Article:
“I had the opportunity to spend two days at the Valspar Championship with the other women in the WOCG cohort. The first day was filled with sheer excitement from the moment we touched the grounds of Innisbrook. We entered the golf course at the seventh hole and literally walked right into a gathered crowd. We had absolutely no idea what was going on around us but had a feeling that it was big. Surrounded by onlookers who were vying for the premier spot— to be right at the rope. We quickly understood the importance of each bystander’s position on the green.”

“After about 20 minutes on the 7th hole, we heard rumblings of the name “Tiger.” In fact, we quickly realized those voices were quietly announcing the arrival of Tiger. Because the rows were four-to-five people deep from the rope, I had to literally jump up to get a mere glimpse at the person once referred to as the King of the Course.”

“I could not believe my eyes as Tiger walked down the fairways toward my section of the tee box. I still had no idea about what was supposed to happen, or about to happen for that matter. All I knew was that we needed to find a better spot. Cathy, my WOCG cohort and longtime friend, and I walked around until we found a clear spot on the side of the tee box that would allow us to get a better glimpse of Tiger. I had so many thoughts going through my head as Tiger finally appeared on the tee.”

“We were clicking pictures and video as fast as we could while he did practice swings. And then he made that one stroke that garnered a huge round of applause from the crowd— that I could only liken to the cheers that I had heard after a touchdown in football, or a dunk on the basketball court. People immediately started calling Tiger’s name out loud and proceeded to participate in a great migration as they followed Tiger from each hole to the other.”

“Cathy and I decided to stall our Tiger trek. We decided to visit the 11th hole where we would join the H. Lee Moffitt Cancer Center’s tent. As we are moving toward the destination, we hear whispers of Tiger’s name again. We slowed down and realized that Tiger’s making his way down the fairway to our location.

This time we can have a front row spot for this viewing of Tiger. In about 10-15 minutes here comes Tiger, again! A reporter noticed us taking pictures and recording video of Tiger’s performance and decided to interview us about ‘the Tiger Effect’ for a local daily newspaper.”


“The second day at Valspar was even more eventful, because, I was joined by the other four women on my Women of Color Golf program. Thanks to Clemmie’s patience in waiting for our arrival, we were all able to snag great seats on a bench at the third hole to see several great golfers literally hit their balls down the fairway that landed right in front of us. After exploring Innisbrook and seeing Tiger once more, we knew that we had made the right decision to pursue this sport,” exclaimed Colette.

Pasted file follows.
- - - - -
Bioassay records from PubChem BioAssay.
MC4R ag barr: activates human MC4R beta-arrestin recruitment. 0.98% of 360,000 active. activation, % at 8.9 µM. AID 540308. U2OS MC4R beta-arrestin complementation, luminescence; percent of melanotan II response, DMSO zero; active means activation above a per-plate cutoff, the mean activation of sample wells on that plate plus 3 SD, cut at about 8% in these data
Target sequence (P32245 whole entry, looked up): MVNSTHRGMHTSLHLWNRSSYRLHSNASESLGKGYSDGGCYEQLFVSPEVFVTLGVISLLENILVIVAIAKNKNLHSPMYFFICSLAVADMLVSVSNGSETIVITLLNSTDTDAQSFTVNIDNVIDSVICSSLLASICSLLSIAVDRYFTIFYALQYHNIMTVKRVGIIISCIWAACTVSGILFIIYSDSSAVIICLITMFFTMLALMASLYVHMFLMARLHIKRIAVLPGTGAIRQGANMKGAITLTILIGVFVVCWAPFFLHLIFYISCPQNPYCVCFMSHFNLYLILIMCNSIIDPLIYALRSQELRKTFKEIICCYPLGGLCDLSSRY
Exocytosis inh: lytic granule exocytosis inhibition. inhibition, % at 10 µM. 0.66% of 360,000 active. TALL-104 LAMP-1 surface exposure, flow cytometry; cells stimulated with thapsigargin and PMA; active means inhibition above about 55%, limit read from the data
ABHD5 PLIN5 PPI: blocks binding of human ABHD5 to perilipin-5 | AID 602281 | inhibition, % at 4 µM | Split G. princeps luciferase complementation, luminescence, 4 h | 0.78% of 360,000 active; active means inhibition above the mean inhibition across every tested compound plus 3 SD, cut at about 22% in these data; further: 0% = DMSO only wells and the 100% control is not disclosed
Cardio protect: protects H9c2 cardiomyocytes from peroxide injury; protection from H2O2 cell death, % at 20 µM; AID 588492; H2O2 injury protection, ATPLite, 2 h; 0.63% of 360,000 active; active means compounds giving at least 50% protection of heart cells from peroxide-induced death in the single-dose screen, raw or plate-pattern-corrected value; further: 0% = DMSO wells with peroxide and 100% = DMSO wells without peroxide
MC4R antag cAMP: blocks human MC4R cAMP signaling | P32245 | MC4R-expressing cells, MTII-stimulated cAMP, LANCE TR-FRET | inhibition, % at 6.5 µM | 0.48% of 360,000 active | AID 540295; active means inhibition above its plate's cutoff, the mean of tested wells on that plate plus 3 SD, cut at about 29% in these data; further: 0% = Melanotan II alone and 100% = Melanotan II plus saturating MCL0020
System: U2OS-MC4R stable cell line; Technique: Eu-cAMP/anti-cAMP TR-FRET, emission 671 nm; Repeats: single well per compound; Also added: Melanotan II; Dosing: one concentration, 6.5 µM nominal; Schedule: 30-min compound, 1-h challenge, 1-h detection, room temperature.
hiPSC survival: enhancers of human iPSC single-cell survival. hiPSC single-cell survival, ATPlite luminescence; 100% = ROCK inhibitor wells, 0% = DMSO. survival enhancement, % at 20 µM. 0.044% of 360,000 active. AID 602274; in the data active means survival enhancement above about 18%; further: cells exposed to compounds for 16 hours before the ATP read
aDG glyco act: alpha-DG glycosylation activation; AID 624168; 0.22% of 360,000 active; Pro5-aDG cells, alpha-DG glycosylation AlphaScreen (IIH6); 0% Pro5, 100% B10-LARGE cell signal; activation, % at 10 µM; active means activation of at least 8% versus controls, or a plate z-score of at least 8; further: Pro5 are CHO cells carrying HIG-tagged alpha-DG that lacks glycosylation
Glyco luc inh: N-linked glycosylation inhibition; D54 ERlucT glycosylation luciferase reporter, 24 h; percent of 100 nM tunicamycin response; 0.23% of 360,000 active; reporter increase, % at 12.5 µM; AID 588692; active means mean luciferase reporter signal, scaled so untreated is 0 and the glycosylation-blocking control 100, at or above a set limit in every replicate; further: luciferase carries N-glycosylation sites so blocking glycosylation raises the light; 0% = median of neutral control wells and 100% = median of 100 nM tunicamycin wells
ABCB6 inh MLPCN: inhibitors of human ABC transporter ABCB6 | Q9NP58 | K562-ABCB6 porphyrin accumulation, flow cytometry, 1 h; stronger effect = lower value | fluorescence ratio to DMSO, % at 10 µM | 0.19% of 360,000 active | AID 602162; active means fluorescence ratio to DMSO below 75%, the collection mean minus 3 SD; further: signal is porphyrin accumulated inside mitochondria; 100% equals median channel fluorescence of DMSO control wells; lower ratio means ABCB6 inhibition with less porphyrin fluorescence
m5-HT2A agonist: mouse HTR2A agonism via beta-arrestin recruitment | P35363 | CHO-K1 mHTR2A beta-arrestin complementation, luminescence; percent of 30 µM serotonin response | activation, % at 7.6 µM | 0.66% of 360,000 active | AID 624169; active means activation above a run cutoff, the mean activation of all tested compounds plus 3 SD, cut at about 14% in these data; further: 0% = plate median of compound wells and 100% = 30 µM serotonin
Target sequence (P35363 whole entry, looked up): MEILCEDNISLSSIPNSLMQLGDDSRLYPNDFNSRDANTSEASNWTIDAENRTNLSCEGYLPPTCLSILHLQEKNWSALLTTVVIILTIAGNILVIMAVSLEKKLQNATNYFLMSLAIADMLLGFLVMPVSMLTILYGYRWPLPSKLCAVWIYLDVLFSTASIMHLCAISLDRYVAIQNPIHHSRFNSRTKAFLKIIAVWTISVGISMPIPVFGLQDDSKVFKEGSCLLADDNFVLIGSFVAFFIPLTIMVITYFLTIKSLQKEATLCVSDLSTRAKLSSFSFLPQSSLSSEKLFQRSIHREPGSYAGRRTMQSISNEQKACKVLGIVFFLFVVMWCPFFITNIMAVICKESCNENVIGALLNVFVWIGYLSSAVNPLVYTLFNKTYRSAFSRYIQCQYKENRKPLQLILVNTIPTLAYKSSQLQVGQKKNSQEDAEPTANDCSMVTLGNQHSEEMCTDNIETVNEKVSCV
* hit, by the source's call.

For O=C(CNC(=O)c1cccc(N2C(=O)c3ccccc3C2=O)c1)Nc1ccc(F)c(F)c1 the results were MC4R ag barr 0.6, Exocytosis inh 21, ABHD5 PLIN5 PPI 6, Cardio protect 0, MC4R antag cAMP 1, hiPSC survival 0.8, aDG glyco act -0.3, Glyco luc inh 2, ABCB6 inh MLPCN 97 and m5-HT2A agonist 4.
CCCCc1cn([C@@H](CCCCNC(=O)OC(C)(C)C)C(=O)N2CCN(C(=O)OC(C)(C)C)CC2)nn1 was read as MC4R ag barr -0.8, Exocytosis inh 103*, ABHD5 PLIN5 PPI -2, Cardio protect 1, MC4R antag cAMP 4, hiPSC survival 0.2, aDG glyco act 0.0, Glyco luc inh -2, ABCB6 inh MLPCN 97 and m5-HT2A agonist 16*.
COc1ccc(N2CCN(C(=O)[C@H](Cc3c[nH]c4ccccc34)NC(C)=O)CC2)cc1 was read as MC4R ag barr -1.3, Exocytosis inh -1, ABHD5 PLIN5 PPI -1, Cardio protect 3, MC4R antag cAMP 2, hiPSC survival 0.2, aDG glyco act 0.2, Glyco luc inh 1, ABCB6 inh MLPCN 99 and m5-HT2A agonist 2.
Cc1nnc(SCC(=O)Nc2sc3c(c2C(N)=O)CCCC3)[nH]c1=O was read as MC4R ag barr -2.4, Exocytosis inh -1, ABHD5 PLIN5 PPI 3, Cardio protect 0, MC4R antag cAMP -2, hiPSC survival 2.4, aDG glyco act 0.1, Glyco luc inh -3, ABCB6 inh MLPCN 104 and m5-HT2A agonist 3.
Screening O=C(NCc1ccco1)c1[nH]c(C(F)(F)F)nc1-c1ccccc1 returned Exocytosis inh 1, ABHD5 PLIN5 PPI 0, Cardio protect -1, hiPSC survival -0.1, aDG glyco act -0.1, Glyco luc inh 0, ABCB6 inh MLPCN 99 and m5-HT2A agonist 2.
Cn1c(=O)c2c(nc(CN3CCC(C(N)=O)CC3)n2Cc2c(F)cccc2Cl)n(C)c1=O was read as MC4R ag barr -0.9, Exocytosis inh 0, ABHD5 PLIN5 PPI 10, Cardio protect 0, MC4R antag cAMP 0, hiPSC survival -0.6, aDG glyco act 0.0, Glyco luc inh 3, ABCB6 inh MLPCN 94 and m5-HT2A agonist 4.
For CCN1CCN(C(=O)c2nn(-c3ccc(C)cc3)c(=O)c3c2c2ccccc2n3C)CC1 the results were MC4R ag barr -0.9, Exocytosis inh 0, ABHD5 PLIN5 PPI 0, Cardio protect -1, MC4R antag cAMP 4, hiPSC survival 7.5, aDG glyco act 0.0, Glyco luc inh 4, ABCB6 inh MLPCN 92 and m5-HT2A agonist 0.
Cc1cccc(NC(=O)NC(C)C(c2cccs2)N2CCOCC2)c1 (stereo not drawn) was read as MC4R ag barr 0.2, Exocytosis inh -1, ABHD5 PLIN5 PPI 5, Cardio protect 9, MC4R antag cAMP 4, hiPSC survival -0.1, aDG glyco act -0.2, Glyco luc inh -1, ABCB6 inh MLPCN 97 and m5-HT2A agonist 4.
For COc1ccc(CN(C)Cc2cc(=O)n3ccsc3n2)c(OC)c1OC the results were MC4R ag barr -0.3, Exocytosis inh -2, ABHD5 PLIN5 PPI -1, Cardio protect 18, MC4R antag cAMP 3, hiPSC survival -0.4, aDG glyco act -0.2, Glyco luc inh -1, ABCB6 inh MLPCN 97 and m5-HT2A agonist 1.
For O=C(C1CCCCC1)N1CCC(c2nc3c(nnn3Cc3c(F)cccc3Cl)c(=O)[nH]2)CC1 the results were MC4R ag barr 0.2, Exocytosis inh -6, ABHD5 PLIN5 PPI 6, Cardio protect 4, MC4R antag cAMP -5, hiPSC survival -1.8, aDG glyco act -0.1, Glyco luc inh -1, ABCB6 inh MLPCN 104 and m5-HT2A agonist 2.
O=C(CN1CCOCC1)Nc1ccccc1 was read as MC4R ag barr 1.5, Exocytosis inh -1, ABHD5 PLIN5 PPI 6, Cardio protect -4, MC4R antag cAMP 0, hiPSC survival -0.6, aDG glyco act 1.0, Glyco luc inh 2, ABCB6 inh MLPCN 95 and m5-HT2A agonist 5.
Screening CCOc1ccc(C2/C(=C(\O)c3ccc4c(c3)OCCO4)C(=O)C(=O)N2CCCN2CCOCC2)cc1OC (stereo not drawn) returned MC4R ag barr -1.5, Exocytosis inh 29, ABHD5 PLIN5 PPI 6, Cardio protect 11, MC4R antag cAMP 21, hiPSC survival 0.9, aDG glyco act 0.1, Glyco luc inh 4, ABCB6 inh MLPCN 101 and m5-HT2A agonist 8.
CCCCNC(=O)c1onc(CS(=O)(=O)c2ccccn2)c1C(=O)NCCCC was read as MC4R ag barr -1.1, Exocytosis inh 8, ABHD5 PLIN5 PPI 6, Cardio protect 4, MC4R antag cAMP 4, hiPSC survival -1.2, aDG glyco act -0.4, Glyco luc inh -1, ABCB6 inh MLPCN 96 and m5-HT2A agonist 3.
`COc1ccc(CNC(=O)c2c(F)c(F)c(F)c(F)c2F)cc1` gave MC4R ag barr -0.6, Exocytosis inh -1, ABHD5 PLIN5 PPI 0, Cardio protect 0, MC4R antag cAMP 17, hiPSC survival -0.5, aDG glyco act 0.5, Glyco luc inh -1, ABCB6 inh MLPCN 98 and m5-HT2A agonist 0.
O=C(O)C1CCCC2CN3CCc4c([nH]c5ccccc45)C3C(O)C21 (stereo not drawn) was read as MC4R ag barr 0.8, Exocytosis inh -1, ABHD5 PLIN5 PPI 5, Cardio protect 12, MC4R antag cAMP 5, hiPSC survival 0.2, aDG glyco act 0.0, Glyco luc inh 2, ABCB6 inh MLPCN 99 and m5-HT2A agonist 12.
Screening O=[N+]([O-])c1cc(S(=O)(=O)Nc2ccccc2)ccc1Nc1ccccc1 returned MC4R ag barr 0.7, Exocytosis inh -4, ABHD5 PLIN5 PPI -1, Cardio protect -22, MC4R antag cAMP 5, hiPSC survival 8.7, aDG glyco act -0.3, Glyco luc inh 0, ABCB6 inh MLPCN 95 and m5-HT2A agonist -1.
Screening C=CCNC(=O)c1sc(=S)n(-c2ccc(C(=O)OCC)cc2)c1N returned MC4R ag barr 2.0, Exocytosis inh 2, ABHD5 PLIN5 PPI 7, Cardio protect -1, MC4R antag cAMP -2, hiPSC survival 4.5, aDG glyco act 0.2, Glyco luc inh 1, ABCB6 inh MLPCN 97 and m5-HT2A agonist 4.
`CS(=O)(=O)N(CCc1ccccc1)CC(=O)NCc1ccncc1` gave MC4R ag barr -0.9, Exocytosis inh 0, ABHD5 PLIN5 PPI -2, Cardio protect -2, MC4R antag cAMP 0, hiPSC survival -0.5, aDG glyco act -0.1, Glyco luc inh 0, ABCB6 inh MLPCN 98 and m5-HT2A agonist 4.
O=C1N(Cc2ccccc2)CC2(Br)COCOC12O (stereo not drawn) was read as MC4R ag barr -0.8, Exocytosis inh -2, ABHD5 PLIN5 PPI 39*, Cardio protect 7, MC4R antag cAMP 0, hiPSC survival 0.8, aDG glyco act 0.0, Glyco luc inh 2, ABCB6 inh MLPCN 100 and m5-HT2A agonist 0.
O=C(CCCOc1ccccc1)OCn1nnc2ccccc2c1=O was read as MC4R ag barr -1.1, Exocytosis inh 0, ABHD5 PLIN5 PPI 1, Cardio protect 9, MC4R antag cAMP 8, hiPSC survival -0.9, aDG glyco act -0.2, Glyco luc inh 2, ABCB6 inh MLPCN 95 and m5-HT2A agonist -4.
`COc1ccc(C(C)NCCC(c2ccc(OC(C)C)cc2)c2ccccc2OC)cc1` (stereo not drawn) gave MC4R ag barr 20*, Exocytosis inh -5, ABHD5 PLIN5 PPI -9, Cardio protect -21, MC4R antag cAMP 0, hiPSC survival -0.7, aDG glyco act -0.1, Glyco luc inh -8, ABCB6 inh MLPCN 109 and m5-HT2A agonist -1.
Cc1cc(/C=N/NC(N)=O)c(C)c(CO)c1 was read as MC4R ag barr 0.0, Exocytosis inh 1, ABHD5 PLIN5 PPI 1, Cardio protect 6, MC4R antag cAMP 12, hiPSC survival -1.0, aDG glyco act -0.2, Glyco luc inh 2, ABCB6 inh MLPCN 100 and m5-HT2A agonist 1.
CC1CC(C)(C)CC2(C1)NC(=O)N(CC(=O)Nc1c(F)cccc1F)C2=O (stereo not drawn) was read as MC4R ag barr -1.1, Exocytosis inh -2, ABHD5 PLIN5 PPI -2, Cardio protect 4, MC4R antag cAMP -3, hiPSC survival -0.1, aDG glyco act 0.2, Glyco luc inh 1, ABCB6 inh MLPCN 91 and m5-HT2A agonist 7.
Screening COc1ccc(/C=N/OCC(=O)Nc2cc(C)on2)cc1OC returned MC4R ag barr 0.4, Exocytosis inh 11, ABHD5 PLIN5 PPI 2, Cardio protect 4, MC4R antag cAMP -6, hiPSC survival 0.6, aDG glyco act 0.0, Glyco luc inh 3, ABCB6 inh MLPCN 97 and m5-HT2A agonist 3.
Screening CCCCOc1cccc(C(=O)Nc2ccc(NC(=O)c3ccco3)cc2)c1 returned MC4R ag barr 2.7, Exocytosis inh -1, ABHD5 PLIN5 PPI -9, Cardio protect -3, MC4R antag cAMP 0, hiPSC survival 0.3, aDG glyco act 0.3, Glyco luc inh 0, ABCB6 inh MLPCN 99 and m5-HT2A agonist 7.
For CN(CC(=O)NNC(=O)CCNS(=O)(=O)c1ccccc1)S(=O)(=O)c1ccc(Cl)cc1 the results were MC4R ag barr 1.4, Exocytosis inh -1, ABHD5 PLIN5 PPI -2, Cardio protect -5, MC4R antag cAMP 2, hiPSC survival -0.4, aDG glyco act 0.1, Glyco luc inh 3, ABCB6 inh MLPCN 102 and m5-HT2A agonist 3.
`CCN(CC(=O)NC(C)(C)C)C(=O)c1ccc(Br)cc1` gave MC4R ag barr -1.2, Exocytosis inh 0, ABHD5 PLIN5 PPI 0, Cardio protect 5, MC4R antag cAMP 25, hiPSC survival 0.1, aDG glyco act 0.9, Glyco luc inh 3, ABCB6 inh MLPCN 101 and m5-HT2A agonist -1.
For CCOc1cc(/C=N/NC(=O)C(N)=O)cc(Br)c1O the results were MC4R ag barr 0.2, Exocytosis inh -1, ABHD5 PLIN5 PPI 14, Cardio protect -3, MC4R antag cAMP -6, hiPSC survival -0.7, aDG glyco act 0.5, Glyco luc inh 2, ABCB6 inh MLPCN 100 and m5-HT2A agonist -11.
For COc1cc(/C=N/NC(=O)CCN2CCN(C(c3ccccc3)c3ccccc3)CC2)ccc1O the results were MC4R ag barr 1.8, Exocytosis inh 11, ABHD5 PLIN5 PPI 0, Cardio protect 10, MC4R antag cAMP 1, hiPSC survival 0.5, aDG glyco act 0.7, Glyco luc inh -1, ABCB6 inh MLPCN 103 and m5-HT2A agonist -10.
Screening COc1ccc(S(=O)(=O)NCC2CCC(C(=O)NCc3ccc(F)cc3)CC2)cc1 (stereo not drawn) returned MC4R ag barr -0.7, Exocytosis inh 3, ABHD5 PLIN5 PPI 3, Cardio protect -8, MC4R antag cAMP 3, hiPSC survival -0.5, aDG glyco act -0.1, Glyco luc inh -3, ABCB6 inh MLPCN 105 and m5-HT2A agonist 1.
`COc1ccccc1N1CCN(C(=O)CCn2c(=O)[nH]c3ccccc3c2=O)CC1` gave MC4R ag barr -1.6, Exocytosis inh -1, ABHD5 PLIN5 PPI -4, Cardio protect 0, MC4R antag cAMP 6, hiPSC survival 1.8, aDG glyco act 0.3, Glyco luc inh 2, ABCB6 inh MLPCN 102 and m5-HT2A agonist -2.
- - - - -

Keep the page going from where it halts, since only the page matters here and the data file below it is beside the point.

“As black women, and a golf beginner, we were very conscious of our presence at Valspar. While we were probably there for the same reasons that the other 195,000 people who attended, we were without a doubt noticeably different from those others. During the two days that I attended the event, I saw very, very, very few black women participants.

My cohorts and I whispered about the stares we received from the other observers, as well as the being misidentified as employees of the tournament and the subtle announcement of “here comes trouble” as we entered the gates of the facility. Hence the need for a movement to bring more black women to recreational golf. I consider this ‘movement’ to be part of a greater shift to occur in golf.”


“The need for more diversity and inclusion in golf is evident. The past couple of months have been incredible for me as a newcomer. Again, meeting Shasta, seeing Tiger, and having a private meet and greet with golf royalty Renee Powell, supports my belief that this golf journey is preordained.

Those of us who are part of the WOCG program understand the possibilities that occur from learning and playing this game. The fact that our income on average may increase by 17 percent, that we are increasing our circle of influence via networking and, that we may even live longer. All the attributes mentioned are attractive and beneficial for anyone interested in learning and playing the game, but for WOCG they are truly game changers.

By the way. Tiger Woods finished second, by 1 stroke, to the winner, Paul Casey. This was Tiger’s best finish since he tied for 10th at the 2015 Wyndham Championship.

Now that you have read Colette’s story, go out and sign up and learn to play and experience this great game. If you need to find a group or professional just contact me and I will connect you to someone in your area who is as dedicated as Clemmie Perry is—and continues to be, in Tampa.

James R. Beatty is Founder of NCS International, an Omaha, Nebraska-based company that provides an array of economic development services. He serves as Executive Editor at the African American Golfer’s Digest and on the Golf 20/20 Diversity Task Force.

James Beatty, Executive Editor, African American Golfer's Digest